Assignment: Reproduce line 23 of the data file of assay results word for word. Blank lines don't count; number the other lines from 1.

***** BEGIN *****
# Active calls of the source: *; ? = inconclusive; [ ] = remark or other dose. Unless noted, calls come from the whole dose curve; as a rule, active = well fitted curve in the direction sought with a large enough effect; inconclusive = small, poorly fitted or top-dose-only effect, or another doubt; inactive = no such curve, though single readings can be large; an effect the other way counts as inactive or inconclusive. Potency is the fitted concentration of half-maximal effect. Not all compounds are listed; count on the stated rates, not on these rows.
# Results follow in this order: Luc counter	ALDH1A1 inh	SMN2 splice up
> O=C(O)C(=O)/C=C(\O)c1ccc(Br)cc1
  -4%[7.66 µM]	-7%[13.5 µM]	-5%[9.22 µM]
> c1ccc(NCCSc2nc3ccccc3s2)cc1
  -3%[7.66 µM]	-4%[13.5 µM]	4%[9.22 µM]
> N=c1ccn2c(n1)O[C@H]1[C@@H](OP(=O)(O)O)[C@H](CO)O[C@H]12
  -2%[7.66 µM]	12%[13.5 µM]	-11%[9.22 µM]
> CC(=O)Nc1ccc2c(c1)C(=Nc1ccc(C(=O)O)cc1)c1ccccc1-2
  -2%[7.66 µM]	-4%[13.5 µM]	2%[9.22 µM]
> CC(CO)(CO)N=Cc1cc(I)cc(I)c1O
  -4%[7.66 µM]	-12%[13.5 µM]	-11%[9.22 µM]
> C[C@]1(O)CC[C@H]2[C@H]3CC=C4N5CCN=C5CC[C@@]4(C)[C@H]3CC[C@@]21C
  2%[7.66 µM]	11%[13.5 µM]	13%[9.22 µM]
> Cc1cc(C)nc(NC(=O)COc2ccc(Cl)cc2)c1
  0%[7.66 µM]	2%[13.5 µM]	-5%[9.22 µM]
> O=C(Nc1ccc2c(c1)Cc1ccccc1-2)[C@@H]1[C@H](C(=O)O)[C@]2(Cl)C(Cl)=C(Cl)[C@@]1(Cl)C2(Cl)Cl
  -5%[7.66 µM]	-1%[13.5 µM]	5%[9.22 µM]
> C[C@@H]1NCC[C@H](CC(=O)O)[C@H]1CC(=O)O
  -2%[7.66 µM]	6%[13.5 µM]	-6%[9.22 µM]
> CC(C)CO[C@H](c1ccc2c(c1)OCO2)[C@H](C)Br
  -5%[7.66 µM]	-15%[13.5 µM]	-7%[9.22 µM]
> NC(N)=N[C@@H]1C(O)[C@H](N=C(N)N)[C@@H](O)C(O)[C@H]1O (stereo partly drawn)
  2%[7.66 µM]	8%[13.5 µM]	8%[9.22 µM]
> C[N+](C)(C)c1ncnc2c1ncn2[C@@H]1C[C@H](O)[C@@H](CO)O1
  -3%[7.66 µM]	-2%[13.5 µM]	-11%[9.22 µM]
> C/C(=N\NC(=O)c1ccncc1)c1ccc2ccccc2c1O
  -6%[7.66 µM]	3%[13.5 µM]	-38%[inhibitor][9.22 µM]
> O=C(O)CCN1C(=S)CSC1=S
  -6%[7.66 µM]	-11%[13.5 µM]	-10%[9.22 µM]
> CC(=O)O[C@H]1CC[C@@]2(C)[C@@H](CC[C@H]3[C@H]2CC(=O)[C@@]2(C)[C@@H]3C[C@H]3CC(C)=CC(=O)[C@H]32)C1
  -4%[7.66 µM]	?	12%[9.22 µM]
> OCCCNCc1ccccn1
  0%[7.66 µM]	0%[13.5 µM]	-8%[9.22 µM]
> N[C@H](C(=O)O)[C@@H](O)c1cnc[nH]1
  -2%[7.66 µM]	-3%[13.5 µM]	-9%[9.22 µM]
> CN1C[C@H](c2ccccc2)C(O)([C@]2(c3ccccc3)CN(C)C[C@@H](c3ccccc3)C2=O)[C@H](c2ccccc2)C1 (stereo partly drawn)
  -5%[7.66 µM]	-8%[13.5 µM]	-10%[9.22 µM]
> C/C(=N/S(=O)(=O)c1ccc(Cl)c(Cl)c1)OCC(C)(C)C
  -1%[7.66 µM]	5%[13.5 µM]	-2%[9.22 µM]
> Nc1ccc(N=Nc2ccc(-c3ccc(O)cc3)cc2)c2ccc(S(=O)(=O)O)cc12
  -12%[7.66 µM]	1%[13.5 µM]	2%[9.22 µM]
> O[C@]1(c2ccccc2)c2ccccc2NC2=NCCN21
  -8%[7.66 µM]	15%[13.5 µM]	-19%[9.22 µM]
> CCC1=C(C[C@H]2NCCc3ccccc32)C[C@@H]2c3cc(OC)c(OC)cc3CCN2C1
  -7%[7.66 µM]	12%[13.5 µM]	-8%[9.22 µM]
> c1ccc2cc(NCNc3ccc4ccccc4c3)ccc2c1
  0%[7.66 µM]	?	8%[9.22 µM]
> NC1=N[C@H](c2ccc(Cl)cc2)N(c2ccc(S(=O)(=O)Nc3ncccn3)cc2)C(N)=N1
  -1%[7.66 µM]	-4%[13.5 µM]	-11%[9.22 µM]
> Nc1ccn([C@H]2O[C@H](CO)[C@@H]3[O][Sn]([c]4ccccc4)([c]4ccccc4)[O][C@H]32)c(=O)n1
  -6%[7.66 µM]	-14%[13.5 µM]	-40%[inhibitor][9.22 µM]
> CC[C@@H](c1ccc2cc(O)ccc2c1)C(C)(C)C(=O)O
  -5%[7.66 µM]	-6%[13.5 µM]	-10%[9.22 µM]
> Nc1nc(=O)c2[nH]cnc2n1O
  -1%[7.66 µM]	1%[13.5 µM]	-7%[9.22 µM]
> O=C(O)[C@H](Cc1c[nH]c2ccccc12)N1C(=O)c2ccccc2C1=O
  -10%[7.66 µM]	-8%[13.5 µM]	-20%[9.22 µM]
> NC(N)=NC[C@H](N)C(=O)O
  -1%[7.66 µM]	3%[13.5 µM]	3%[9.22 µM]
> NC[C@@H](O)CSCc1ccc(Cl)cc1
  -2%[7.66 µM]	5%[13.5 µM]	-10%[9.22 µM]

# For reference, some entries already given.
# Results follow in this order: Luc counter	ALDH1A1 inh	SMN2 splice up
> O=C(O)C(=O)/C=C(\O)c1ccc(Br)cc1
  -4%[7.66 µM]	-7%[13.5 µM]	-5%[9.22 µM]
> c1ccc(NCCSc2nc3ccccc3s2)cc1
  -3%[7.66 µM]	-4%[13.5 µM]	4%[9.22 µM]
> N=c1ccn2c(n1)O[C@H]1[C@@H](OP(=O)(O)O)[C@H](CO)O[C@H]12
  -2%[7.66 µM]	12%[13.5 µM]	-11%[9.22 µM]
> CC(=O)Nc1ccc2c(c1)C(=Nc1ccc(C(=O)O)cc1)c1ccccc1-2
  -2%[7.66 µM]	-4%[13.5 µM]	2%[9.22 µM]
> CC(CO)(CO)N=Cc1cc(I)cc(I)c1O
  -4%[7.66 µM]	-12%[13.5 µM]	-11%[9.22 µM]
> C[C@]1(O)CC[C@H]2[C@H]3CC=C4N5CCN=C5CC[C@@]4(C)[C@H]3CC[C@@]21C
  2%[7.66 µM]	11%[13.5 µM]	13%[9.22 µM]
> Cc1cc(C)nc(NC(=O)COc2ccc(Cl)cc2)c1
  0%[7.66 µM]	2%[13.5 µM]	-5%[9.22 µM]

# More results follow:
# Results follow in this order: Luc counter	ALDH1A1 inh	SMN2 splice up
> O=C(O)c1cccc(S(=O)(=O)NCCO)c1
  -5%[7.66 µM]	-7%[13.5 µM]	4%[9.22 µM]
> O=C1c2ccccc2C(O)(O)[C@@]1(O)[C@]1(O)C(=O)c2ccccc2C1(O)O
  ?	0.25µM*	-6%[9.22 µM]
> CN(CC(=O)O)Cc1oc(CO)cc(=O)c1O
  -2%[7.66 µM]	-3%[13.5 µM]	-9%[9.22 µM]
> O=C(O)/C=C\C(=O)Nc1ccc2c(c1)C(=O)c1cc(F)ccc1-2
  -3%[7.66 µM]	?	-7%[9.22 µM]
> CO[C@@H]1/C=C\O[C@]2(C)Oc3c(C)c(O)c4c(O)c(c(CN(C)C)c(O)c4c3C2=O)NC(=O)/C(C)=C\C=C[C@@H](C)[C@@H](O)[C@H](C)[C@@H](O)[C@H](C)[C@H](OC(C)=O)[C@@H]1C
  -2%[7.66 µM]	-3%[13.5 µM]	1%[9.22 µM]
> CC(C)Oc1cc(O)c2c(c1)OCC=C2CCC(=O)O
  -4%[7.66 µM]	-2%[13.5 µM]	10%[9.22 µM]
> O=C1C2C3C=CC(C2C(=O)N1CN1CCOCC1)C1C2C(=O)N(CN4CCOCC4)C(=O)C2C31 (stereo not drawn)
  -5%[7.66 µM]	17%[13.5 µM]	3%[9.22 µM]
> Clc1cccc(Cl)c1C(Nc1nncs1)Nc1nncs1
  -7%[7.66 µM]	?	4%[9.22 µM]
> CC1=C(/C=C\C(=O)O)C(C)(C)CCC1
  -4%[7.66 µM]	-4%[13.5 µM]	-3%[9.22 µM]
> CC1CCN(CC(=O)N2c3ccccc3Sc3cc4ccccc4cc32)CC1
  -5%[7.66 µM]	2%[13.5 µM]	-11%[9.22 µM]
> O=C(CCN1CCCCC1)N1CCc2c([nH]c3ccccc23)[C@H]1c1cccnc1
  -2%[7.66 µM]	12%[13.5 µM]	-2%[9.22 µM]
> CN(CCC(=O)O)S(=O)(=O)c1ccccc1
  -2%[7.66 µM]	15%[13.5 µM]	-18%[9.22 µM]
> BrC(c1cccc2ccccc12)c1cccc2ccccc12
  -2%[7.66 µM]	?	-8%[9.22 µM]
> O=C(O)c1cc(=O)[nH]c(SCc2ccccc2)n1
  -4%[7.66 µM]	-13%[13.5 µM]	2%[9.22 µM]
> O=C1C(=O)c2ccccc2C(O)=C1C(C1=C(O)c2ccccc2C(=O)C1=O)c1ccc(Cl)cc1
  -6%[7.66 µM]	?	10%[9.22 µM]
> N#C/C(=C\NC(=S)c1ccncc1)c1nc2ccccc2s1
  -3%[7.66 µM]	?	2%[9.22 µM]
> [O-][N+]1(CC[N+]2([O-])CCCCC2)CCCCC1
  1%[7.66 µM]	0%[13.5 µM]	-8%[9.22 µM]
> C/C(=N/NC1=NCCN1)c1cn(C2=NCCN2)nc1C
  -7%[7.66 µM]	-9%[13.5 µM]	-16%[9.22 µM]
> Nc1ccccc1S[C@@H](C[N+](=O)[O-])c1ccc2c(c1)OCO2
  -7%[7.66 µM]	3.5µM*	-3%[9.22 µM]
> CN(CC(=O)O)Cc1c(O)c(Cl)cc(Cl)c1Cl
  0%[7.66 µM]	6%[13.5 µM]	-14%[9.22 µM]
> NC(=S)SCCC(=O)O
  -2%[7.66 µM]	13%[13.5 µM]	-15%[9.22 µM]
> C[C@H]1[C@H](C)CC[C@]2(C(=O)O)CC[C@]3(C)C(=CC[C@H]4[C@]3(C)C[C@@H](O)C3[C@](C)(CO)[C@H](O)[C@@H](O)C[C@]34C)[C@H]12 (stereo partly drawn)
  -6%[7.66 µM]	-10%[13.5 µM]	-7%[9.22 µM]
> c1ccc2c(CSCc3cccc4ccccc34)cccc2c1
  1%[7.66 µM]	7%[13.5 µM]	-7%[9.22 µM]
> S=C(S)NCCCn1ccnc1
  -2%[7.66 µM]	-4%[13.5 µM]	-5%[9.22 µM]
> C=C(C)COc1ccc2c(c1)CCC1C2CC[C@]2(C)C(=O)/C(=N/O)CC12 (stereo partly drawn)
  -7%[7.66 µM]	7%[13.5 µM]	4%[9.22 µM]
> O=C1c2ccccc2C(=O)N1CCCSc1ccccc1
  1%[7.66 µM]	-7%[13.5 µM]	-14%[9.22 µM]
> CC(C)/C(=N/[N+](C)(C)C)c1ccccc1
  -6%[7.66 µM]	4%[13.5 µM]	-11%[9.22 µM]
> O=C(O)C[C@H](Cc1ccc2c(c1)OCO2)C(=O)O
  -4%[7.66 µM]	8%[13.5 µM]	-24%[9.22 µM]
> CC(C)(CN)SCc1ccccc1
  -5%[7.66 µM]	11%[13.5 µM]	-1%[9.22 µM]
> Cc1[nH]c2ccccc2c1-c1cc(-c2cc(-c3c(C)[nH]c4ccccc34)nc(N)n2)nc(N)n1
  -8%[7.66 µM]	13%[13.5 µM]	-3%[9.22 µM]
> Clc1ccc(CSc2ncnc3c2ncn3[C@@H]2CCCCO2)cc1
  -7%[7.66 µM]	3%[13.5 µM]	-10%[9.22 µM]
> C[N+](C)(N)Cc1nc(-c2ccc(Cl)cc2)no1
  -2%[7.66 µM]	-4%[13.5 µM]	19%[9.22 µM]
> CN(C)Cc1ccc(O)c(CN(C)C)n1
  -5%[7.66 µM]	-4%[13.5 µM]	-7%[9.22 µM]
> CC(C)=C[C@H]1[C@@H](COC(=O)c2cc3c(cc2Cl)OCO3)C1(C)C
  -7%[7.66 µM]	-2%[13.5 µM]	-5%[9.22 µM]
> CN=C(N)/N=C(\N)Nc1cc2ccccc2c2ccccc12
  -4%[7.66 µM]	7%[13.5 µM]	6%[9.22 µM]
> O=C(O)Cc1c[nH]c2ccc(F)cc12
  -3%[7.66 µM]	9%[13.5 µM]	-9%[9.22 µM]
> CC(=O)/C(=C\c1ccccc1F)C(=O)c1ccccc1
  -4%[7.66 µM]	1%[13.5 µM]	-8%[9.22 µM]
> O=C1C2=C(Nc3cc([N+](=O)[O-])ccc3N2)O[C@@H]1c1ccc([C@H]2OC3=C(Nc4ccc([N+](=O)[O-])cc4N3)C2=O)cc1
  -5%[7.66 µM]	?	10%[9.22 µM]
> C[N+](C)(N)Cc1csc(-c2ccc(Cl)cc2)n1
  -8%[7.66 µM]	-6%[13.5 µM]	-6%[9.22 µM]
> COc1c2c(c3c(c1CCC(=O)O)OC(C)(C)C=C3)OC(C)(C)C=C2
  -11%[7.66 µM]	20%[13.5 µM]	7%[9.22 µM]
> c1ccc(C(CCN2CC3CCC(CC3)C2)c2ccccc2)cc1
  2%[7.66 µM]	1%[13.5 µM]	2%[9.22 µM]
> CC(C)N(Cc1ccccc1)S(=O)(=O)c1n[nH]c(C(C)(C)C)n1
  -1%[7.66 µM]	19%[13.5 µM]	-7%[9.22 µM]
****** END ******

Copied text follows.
> NC(N)=N[C@@H]1C(O)[C@H](N=C(N)N)[C@@H](O)C(O)[C@H]1O (stereo partly drawn)